Today marks the one-year anniversary of the Nov. 30, 2018, Cook Inlet earthquake. Most of us recall exactly where we were at 8:29 a.m. on that day. Our children were either at school or on their way there; businesses and offices were opening. Each of us approached the day as if it would be just like the one previous. I was in the midst of providing a briefing in an airfield hangar on Joint Base Elmendorf-Richardson when the shaking began. As I realized this was unlike the many small temblors I’ve experienced in 15 years of living here, and that there was nothing to shelter beneath, I ensured we exited the building with a sense of purpose.
The 7.1 magnitude earthquake that held us in its grasp for less than a minute was a frightening display of the powerful tectonic forces that shape our lives as Alaska residents, but it’s easy to forget that it was exponentially less powerful than the Good Friday Earthquake of 1964. Survivors reported minutes of shaking during that quake, compared to the seconds we experienced a year ago today. Subsidence, liquefaction and tsunamis killed 131 Alaskans in 1964, while thankfully, no one died last year. The Port of Alaska survived the Nov. 30 quake, if narrowly, ensuring our flow of goods was not interrupted. Most roads remained viable, which ensured emergency services could get where they needed to go. Where the earthquake interrupted power, it was rapidly restored. The trans-Alaska oil pipeline, which didn’t exist in 1964, was shut down last year for a short period of precautionary inspection, but the oil soon began flowing once again.
We dodged a bullet, fellow Alaskans, but we should not for a moment believe that will always be the case. Last year’s earthquake caused an estimated $130 million in damages, but it remains a growing estimate. Should we see a repeat of 1964, it would be much worse, both in terms of infrastructure and our most precious resource of all: human life. And help, in any form, may be a long time in coming. The best thing we can do now is focus on our own readiness so we are prepared when a natural disaster occurs.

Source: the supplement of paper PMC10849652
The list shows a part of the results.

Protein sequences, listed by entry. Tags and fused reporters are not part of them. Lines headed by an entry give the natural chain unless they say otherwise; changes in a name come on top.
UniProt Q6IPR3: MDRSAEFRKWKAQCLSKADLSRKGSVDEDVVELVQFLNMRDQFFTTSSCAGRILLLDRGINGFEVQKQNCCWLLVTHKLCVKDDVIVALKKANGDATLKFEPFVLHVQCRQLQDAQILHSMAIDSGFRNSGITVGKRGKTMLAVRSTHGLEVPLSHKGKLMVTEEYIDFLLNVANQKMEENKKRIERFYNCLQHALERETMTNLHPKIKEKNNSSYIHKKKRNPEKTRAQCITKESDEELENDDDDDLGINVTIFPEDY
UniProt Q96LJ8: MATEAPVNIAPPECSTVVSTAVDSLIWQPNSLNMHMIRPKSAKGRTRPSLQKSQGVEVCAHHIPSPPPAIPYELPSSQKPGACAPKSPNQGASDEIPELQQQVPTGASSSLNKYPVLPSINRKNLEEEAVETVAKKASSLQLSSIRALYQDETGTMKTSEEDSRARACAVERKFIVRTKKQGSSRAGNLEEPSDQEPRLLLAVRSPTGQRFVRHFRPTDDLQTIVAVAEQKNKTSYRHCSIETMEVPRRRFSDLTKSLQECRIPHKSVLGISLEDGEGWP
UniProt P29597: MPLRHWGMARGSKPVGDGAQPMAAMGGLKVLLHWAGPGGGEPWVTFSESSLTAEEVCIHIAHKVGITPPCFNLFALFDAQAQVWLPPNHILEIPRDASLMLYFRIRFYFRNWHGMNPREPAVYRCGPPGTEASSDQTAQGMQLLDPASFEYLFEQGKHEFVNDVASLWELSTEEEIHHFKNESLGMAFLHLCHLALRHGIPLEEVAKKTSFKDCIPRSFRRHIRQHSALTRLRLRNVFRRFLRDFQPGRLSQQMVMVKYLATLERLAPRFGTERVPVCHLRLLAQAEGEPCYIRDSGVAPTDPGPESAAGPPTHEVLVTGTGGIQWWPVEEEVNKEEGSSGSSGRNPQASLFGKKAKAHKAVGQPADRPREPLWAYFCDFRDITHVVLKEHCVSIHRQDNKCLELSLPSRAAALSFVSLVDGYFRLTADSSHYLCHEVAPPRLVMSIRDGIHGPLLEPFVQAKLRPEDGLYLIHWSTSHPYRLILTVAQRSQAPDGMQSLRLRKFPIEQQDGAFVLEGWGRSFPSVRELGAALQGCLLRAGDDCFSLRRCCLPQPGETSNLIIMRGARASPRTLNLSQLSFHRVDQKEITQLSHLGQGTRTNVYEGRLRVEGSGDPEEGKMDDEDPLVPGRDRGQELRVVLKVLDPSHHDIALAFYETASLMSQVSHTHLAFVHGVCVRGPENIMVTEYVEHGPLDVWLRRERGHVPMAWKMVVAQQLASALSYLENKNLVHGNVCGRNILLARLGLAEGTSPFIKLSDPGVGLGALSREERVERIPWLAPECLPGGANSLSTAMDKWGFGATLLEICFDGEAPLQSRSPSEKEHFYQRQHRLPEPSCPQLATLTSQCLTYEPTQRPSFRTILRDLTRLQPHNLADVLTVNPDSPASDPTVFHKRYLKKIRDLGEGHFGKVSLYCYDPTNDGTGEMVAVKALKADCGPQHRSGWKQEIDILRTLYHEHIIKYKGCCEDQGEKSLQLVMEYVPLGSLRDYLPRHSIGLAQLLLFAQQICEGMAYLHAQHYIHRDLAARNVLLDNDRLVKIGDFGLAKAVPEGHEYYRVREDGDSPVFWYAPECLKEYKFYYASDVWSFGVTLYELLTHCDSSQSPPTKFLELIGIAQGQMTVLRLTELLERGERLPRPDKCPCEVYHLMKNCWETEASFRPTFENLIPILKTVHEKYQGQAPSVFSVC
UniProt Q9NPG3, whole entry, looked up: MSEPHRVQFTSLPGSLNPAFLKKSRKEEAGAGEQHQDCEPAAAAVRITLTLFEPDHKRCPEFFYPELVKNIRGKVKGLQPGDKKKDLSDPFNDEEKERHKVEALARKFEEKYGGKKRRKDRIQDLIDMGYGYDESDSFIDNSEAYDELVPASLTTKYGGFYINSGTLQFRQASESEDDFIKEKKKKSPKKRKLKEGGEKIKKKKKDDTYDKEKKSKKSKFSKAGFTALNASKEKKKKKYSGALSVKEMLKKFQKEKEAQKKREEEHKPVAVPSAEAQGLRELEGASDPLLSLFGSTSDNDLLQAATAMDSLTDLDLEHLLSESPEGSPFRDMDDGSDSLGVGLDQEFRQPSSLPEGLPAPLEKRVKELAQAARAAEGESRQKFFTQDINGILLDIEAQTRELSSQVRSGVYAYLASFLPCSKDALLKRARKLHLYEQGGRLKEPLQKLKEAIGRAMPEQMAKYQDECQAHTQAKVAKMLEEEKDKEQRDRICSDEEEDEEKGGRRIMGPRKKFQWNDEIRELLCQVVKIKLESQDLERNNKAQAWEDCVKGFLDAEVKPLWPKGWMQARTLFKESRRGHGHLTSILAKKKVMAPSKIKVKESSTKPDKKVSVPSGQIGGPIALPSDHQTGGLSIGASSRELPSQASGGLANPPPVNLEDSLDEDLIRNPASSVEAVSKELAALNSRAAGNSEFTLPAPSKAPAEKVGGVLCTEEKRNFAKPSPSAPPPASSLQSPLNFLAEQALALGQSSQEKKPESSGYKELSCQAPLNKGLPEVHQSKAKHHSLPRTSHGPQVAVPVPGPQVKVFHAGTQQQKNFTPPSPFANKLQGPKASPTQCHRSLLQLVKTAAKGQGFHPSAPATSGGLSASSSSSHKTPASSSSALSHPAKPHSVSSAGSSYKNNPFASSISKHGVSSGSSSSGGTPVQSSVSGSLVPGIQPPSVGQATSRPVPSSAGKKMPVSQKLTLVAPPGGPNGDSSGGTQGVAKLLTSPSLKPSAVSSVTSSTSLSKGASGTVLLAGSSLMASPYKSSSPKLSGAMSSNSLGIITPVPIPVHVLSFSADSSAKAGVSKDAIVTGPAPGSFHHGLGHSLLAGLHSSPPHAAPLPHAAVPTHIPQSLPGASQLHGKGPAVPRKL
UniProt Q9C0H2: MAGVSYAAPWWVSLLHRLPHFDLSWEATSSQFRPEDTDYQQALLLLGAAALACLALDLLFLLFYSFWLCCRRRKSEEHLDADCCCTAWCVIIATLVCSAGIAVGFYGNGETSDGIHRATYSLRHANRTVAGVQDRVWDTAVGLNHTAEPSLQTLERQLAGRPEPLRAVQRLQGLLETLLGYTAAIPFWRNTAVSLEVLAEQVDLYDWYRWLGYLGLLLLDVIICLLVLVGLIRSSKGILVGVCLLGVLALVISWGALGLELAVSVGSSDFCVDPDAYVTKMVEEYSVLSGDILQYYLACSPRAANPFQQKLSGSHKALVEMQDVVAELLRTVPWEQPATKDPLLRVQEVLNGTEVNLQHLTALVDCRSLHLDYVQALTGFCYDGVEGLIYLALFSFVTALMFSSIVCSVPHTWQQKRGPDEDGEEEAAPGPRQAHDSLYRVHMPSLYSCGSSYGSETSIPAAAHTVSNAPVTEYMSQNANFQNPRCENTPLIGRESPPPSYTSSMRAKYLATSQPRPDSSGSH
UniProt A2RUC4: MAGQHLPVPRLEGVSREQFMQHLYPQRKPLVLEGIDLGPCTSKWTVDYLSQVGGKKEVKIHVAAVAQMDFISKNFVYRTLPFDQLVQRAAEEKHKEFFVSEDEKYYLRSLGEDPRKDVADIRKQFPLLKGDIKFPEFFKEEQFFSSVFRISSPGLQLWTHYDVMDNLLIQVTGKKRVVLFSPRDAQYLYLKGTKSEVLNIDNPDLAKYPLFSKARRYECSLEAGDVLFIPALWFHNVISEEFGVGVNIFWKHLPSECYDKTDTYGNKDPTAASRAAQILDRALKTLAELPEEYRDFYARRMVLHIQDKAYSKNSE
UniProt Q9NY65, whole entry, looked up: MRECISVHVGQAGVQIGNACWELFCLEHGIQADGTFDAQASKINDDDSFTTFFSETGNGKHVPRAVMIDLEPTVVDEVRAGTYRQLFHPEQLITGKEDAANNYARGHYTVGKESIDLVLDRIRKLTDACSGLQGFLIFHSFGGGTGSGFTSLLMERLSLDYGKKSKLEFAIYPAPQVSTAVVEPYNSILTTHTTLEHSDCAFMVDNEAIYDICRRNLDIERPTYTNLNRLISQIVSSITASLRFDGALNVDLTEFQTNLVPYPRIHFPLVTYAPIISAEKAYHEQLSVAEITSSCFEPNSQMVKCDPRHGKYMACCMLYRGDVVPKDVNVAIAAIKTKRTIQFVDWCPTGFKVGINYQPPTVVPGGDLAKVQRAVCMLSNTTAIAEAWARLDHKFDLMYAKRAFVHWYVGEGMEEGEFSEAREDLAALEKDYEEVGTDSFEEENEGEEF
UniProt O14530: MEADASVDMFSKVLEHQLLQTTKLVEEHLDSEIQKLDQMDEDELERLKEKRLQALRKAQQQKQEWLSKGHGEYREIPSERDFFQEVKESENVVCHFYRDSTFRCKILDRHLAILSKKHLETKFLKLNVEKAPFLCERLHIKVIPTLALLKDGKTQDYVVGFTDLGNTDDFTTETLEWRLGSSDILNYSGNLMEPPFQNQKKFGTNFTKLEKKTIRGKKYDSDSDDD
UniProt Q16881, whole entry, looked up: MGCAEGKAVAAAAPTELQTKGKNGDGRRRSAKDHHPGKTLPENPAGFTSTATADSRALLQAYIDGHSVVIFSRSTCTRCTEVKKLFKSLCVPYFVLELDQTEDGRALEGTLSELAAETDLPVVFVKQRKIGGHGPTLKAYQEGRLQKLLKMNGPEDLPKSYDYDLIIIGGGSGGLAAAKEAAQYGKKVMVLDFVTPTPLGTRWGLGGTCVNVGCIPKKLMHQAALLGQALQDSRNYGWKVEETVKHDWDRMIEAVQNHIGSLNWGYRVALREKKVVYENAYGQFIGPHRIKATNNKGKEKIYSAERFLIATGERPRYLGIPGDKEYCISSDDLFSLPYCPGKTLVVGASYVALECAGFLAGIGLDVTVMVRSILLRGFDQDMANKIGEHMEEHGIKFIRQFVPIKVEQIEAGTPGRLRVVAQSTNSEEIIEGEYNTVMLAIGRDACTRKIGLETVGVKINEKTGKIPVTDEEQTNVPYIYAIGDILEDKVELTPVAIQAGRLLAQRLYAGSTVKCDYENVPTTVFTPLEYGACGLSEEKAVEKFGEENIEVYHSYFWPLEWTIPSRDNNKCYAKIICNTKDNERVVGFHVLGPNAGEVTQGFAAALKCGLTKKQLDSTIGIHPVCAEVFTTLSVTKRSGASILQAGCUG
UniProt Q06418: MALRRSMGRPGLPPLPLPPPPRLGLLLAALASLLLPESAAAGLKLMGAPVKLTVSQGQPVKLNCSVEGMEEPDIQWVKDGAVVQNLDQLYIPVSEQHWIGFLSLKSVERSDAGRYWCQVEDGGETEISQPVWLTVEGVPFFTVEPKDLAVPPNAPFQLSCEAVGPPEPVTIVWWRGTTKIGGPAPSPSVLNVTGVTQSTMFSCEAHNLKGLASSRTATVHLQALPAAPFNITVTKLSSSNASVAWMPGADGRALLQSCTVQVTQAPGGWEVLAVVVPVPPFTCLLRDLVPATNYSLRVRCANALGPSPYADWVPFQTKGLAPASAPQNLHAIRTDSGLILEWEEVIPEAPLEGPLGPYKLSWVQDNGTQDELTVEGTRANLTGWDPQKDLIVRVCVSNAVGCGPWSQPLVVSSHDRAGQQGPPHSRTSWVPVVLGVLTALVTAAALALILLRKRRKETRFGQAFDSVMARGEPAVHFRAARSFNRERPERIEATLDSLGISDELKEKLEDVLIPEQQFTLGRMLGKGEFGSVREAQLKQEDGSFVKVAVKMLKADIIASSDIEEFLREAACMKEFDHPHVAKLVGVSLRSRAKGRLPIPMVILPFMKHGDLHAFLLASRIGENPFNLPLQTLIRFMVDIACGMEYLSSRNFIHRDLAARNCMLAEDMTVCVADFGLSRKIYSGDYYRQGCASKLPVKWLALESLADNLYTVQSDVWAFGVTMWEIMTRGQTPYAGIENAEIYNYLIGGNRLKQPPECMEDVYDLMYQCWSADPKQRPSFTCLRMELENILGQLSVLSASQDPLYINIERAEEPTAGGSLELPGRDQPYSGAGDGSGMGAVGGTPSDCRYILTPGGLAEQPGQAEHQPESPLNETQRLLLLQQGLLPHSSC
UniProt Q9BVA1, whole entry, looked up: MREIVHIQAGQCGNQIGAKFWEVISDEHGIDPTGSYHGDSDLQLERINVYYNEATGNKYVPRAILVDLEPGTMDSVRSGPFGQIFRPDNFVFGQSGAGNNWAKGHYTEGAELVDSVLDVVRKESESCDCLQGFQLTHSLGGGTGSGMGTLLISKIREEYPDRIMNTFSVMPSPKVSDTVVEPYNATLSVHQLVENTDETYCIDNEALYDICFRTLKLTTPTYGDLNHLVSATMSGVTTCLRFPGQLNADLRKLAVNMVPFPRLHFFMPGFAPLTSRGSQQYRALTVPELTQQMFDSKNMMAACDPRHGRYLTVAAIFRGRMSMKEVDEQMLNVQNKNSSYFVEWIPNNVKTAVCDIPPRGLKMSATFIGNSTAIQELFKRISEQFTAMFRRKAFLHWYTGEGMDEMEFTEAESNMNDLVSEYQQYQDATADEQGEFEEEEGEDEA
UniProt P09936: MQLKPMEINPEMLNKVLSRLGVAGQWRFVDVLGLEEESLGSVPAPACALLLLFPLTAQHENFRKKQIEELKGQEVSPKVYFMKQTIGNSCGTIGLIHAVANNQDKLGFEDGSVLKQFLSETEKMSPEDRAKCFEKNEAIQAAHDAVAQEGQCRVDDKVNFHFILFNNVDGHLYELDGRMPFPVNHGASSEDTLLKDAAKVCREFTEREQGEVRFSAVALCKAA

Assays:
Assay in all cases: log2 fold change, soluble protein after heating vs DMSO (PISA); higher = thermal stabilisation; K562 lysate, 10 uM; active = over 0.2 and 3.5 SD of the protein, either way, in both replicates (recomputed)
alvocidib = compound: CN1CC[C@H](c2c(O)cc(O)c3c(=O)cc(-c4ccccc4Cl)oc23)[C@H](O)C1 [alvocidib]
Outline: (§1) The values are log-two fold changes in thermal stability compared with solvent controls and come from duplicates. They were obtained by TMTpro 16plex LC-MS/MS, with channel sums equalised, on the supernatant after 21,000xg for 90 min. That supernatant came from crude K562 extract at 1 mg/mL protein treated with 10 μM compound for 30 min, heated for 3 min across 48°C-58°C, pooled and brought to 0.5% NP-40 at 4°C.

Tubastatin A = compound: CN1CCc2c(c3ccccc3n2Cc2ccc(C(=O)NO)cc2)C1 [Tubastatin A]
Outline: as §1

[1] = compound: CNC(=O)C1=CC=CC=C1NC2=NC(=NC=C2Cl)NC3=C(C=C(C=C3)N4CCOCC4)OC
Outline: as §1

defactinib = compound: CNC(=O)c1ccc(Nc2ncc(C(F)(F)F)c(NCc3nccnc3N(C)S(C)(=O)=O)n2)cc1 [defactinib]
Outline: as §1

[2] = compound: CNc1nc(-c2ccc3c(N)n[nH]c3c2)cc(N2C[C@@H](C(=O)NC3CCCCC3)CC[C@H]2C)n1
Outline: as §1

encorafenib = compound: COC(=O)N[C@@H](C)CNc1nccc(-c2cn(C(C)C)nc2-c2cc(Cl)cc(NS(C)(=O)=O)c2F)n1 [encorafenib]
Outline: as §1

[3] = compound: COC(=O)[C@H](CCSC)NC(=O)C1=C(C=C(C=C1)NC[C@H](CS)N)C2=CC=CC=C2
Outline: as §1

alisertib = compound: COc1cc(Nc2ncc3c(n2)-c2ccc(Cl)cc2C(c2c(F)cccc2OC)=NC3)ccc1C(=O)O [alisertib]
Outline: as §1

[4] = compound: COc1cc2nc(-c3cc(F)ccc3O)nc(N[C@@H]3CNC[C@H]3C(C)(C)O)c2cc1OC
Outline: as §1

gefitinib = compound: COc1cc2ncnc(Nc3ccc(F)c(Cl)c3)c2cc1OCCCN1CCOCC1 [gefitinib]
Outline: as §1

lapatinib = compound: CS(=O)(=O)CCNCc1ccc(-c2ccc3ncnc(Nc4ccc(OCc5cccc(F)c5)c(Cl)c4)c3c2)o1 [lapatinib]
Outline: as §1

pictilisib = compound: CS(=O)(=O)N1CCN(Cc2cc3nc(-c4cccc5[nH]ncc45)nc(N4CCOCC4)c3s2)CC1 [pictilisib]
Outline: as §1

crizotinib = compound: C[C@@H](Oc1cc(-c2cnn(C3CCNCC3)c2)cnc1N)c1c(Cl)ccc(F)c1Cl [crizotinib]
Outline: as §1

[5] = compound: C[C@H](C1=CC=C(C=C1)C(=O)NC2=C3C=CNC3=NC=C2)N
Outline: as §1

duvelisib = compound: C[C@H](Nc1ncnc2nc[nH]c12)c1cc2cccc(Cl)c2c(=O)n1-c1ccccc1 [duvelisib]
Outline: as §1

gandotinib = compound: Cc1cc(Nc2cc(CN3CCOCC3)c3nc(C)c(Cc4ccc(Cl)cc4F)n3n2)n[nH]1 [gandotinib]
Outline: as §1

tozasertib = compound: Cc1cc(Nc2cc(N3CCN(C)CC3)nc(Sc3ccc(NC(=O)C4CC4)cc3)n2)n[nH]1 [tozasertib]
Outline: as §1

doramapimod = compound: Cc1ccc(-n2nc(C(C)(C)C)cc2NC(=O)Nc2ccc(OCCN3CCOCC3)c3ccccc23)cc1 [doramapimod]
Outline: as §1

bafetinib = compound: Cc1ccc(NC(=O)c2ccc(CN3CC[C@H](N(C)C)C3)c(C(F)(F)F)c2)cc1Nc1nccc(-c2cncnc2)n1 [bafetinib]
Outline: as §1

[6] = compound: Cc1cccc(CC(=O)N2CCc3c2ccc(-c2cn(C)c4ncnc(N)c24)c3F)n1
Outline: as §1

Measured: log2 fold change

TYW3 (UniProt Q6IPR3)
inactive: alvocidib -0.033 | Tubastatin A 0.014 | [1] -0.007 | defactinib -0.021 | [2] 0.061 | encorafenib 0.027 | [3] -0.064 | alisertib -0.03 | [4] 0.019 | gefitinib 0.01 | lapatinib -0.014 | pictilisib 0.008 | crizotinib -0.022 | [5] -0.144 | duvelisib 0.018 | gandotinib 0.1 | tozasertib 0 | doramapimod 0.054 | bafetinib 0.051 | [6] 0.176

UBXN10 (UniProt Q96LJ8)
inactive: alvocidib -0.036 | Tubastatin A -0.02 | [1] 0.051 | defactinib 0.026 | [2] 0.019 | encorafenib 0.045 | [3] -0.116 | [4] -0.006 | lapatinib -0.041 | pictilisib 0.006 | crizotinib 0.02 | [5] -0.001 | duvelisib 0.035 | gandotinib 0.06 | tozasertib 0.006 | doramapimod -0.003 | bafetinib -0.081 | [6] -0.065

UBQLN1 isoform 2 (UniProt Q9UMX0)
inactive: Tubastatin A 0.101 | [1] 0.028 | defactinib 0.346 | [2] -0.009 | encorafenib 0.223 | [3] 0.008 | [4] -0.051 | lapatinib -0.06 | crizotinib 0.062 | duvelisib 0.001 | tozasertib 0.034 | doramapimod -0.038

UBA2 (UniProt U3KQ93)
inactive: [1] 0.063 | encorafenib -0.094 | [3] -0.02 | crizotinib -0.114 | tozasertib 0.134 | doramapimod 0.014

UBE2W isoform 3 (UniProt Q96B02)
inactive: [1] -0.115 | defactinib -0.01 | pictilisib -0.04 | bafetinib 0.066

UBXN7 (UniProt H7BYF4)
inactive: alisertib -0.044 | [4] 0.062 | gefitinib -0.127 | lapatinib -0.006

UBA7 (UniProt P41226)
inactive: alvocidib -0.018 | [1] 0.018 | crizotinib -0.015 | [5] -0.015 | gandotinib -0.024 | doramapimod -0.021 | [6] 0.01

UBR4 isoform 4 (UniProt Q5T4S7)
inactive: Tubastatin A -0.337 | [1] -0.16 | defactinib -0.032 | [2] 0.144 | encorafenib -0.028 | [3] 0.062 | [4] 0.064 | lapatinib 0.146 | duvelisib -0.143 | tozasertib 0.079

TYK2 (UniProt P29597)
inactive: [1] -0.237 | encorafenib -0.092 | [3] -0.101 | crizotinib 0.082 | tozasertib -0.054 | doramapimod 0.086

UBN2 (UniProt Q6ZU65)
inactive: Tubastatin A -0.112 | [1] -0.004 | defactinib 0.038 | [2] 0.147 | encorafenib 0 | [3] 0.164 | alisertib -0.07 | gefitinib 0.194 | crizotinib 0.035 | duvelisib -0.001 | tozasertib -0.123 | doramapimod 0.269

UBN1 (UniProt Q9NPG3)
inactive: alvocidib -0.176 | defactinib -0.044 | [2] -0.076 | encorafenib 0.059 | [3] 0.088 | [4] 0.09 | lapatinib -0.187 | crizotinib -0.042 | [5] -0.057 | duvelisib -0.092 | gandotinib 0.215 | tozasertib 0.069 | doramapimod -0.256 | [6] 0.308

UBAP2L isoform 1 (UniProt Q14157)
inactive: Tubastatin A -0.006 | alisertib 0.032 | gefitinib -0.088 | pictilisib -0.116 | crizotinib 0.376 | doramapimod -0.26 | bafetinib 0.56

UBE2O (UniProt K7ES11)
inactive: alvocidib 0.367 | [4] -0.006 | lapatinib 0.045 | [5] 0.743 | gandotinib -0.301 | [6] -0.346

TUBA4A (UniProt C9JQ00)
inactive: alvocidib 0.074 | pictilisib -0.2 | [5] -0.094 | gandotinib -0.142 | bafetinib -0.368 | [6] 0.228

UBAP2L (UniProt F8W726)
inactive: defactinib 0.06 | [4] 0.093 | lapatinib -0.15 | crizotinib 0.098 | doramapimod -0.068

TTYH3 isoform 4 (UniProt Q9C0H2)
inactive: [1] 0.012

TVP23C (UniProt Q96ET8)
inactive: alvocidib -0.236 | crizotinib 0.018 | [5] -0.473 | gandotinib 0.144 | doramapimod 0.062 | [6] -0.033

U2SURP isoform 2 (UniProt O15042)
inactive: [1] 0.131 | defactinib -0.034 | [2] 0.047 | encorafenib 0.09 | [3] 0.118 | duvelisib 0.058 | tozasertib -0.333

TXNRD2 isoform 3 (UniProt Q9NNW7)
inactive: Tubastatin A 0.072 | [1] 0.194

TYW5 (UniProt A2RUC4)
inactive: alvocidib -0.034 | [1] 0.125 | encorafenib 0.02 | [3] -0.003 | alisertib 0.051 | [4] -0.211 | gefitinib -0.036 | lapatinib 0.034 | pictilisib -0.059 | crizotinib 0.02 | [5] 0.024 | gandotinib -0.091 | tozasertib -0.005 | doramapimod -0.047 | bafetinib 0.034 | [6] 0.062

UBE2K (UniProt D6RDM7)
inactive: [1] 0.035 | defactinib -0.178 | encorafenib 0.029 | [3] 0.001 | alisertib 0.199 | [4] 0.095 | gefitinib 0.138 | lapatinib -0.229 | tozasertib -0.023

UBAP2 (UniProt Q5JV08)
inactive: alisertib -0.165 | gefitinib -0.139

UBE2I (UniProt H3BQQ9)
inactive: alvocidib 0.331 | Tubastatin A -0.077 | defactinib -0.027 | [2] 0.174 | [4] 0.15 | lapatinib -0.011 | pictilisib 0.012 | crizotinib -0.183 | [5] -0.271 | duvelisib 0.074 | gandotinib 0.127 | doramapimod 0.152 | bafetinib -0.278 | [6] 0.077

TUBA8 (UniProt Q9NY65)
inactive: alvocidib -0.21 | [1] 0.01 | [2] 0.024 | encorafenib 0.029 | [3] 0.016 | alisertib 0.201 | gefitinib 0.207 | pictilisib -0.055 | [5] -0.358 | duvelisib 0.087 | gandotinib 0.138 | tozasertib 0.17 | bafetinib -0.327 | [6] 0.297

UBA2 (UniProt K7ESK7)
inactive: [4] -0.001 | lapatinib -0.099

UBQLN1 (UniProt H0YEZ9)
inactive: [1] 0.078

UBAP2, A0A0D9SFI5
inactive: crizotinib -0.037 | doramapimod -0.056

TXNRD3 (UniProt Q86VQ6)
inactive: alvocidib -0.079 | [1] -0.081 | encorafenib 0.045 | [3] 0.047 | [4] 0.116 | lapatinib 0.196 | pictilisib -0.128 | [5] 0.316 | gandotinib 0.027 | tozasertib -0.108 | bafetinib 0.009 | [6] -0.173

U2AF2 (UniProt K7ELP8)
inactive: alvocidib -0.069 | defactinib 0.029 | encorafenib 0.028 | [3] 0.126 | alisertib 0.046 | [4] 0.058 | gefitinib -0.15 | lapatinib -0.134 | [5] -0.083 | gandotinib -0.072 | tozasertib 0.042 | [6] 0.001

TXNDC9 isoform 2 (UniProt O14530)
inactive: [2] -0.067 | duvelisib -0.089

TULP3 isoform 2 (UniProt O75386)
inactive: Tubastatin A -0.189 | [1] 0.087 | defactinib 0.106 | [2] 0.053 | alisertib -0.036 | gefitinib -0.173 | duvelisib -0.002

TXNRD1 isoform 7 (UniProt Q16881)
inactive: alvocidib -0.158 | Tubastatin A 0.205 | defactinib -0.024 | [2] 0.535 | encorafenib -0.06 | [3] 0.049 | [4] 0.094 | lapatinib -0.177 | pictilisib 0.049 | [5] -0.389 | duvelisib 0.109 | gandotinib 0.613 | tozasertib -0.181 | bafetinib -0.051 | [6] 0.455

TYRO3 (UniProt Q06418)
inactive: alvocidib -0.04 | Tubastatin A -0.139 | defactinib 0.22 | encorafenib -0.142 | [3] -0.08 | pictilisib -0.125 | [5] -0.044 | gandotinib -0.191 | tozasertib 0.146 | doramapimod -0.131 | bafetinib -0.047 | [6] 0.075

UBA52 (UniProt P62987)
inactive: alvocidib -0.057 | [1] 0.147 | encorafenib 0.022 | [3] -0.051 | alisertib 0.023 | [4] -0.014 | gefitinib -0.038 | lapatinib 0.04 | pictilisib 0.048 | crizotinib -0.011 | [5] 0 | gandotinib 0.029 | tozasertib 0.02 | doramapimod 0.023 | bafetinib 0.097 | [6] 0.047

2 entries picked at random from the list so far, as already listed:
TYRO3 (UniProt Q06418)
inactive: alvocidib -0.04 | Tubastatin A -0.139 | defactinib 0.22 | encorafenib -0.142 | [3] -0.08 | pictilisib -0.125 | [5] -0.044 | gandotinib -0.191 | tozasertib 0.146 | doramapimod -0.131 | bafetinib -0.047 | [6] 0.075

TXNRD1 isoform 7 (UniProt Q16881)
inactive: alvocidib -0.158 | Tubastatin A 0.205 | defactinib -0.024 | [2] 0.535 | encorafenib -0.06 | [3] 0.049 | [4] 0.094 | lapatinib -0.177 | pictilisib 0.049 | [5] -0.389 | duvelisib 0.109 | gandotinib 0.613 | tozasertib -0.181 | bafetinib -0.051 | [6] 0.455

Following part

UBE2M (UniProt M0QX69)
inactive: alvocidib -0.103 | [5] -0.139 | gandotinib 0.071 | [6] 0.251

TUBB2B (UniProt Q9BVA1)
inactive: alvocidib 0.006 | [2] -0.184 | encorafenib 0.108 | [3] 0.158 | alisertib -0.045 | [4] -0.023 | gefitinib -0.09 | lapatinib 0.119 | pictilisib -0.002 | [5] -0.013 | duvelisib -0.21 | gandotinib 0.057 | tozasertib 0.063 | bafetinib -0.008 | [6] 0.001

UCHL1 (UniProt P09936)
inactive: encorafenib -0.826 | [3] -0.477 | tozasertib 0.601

What happened last year was a firm reminder to me that we must remain vigilant and prepared for a no-notice natural disaster. It is one of my top priorities to ensure the Alaska National Guard anticipates and prepares for Alaska’s worst day. Through one initiative, we are evaluating the feasibility of establishing operational hubs in rural Alaska that would enable more efficient military responses to disasters in rural communities. In my civilian role as a Commissioner, which includes oversight of the Division of Homeland Security and Emergency Management, I’ve ensured they continue their outstanding track record of responding to natural disasters and state emergencies, and facilitating thorough and timely recovery for Alaskans. But most of all, we’ve emphasized that everyone work together as much as possible, for when the day comes, it will be our ability to work together on your behalf that will make all the difference.
On the first anniversary of the 2018 Cook Inlet earthquake, I ask each of you — from individual citizens, to public and private organizations — to take a moment and think about what that day was like for you. Consider what we learned that we may implement before the next big earthquake strikes. “Team Alaska” is our mantra. Let’s be ready together.
Maj. Gen. Torrence Saxe is the adjutant general of the Alaska National Guard and commissioner for the Alaska Department of Military and Veterans Affairs.
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